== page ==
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The Norfolk Churches Site: an occasional sideways glance at the churches of Norfolk

St Margaret, Burgh St Margaret

Burgh St Margaret: a softened harshness

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    St Margaret, Burgh St Margaret
hard-line Gothic becomes Arts and Crafts   As you head eastwards, Norfolk falls away behind you. The landscape simplifies, as though the wind from the grey North Sea has scoured it of anything inessential. In late winter, with the fields ploughed and the caravan parks empty, it can seem a tabula rasa, an empty slate, cleansed and waiting.

The village is called Fleggburgh, but the parish is Burgh St Margaret. It lies a few miles inland from the sprawling resorts of Yarmouth, Caister and Hemsby, but its fate is very much tied to theirs. The area's biggest employer is the leisure industry, and the east Norfolk towns and villages seem empty outside of high summer. And, just as the seaside towns rose to prominence in the late 19th century, so there was a knock-on effect in the hinterland. Outside of Norwich, this is the only part of Norfolk where the population was actually rising in the 1870s and 1880s, and this pretty church underwent a major renewal, an almost complete rebuilding, at the hands of Diocesan architect Herbert Green.

Along with his predecessor Richard Phipson, Green bestrides the landscape of church Victorianisation in East Anglia. The bodies of their work are considerable, and it wasn't just their own plans; anyone else's work would also have to cross their desks for them to cast a cold eye upon it. Their enthusiasms were as different from each others as it is possible to be, I suppose. Phipson was a technician, with an eye for detail. In restorations, his innovations blend fairly seamlessly into the medieval, which sounds good, but often leaves a rather dour, characterless atmosphere. Sometimes he went mad, producing extraordinary spires on a couple of churches in the Stowmarket area, and he could be very impressive on a grand scale, such as the complete rebuilding of St Mary le Tower in Ipswich.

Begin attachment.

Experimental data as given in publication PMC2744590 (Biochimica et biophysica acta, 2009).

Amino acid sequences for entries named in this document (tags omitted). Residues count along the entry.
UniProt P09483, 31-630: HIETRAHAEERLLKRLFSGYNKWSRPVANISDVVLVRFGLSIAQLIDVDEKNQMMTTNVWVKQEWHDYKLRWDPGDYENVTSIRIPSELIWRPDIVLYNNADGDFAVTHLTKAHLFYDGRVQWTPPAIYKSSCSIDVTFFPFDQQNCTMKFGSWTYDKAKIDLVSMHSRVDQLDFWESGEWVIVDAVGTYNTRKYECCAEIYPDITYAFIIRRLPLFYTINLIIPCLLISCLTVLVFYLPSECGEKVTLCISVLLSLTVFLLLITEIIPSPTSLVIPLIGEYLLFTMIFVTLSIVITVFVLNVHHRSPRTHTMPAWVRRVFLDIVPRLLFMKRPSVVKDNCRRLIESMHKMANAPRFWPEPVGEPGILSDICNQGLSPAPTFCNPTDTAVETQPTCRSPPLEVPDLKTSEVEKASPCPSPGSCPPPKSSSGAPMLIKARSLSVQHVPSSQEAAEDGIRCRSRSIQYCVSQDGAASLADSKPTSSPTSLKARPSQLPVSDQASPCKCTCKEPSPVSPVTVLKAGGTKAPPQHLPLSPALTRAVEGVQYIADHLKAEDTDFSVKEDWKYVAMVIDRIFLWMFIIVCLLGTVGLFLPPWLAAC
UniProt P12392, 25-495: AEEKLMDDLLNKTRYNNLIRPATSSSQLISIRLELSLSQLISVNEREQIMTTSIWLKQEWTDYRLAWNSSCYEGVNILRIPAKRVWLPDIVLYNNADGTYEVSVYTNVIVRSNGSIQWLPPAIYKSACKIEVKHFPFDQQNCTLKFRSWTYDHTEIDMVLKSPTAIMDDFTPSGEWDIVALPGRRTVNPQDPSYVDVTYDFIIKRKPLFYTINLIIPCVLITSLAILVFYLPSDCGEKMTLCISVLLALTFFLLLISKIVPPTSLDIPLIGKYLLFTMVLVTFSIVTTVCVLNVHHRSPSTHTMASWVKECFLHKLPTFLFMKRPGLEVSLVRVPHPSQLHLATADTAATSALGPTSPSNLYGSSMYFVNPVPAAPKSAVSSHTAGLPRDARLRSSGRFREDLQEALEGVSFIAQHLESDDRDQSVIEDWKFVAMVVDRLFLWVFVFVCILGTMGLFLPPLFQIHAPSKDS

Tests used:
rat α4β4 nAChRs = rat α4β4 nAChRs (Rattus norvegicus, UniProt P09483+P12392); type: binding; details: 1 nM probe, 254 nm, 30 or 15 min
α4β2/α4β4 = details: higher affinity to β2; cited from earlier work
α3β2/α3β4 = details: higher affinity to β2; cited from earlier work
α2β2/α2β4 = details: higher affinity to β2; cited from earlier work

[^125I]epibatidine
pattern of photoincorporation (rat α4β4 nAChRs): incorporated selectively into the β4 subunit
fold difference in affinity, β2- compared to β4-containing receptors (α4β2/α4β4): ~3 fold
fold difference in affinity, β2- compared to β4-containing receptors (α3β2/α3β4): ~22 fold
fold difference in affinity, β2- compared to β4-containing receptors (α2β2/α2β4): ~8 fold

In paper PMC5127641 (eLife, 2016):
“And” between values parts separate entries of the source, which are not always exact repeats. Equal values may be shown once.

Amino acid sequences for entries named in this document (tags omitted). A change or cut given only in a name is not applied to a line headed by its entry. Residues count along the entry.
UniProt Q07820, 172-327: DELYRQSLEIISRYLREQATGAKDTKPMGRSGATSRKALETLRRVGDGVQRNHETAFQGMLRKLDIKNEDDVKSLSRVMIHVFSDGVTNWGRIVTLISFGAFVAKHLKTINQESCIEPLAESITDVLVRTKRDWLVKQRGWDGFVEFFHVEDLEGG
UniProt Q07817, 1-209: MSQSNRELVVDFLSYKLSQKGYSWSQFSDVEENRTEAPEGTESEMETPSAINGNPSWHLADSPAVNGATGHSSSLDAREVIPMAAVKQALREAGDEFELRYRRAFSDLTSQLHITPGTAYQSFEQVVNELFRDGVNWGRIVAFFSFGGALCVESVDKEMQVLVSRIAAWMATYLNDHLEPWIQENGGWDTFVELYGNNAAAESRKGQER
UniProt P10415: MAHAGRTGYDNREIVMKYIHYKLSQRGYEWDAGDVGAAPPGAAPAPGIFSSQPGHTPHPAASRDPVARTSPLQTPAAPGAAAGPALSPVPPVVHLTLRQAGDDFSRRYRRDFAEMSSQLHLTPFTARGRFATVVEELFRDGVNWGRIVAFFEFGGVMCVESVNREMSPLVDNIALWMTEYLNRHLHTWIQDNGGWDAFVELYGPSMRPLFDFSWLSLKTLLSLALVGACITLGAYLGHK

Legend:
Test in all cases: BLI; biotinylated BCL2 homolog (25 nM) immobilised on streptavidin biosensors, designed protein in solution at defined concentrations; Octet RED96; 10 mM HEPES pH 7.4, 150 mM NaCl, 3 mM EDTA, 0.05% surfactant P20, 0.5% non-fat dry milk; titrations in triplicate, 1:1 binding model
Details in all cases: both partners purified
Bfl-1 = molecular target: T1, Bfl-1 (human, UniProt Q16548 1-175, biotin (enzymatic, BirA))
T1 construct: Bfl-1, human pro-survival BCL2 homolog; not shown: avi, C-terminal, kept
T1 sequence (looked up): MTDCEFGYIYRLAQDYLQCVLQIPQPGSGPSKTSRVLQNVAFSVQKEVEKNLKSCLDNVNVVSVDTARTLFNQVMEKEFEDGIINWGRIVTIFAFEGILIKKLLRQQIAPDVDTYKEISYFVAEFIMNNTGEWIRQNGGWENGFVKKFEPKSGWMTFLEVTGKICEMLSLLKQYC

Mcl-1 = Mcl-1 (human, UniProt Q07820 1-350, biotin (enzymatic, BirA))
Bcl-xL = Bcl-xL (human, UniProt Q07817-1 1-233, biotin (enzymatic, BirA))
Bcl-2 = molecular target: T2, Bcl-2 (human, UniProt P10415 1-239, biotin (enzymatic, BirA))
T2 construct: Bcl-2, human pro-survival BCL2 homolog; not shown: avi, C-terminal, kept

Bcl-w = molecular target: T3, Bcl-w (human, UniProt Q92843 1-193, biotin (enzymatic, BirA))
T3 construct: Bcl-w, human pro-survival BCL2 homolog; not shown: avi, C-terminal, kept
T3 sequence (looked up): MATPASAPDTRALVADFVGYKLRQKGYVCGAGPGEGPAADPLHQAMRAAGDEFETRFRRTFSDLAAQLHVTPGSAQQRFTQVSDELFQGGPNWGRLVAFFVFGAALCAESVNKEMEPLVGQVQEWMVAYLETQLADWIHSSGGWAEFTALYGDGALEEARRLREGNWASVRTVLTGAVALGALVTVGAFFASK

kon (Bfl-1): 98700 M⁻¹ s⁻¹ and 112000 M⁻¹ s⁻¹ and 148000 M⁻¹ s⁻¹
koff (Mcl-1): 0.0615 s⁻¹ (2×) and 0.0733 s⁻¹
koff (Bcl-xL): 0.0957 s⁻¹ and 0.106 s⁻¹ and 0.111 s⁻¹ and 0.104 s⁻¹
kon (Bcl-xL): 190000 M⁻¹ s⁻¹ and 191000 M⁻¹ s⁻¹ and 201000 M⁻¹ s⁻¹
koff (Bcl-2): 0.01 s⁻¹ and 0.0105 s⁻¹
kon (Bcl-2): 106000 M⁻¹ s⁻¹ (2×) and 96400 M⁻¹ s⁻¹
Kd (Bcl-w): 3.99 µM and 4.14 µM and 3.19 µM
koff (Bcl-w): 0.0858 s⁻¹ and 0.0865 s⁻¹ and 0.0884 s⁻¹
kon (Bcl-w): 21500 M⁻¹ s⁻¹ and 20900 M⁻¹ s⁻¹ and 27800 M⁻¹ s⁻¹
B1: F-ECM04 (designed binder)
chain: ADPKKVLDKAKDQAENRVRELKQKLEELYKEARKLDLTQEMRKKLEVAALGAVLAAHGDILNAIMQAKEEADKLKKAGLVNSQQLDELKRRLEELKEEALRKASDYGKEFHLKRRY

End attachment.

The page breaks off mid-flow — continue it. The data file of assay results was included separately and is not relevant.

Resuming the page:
Herbert Green, on the other hand, was a Victorian first and an medievalist second. Sometimes it is hard to see the medieval origins at all behind his rebuildings, scourings and facades. Here at Burgh, he built a 'Perpendicular' nave and a 'Decorated' chancel and tower, which is of course exactly the relationship you find at so many rural medieval churches in East Anglia. It's just that here it isn't real - to all intents and purposes, this is a faux medieval Norfolk parish church.

The harsh blue knapped flints would look even worse if it wasn't for the thatching that softens them. One curiosity - note how high the gables at the east end of the nave and chancel rise above the thatch. That on the nave is even higher than the bell windows of the tower. This must be because they are substantially the medieval originals. But nothing else is, I think. The red-brick arching to the windows helps a bit, but really this is a severe exterior, and knapped flint on such a scale would soon fall out of fashion, to be replaced by the cosiness of the Arts and Crafts movement. We can already see this happening here, for there is a cottage dormer window above the porch to be thankful for. It is here for a reason, because it lights the little gallery tucked into the roof space.   dormer window

Inside, everything is Herbert Green's, pretty much. There is no tower arch, just a doorway, through which you can access the gallery. The furnishings are all of a piece, and the font is in the style of the 15th century. Green was very fond of Norman fonts, so it is interesting that here he chose a font to match the (imitation) Perpendicular nave rather than the (real) Norman south doorway. The stone reredos is perhaps more in Green's heavy style.

There are a couple of items of interest. A figure brass of 1608 remembers Richard Burton, the minister of this parish; it is remounted in a marble setting on the chancel wall. Opposite it is a moving memorial to George Thompson Fisher, who died in WWI. He was son of the Rector here who had overseen Green's rebuilding, and who was, incidentally, the very last Bishop of Ipswich.

St Margaret's dragon by Paul Jefferies, 1968 St Margaret by Paul Jefferies, 1968 Blessed Virgin by Paul Jefferies, 1968 St Luke's bull by Paul Jefferies, 1968
St Margaret, St Luke, Blessed Virgin (Paul Jefferies, 1968) St Margaret (Paul Jefferies, 1968) St Luke (Paul Jefferies, 1968) Blessed Virgin (Paul Jefferies, 1968)

The jewel in the crown of all this is the east window of 1968 by Paul Jefferies, in the uninhibited dynamic style of the time. It features the figures of St Margaret, St Luke and the Blessed Virgin. St Luke's bull looks a cheery sort, and St Margaret dispatches her dragon with aplomb. Mary, who is shown as the Queen of Heaven, is a little less vigorous than the other two figures. Her lack of an accompanying animal throws the composition slightly out of balance, and you wonder why she wasn't placed in the central light.

Simon Knott, March 2006, updated November 2016


looking east from beneath the balcony Richard Burton, 1608
the saving remnant: Norman south doorway looking west Green's reredos Green's font George Thompson Fisher


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The Norfolk Churches Site: an occasional sideways glance at the churches of Norfolk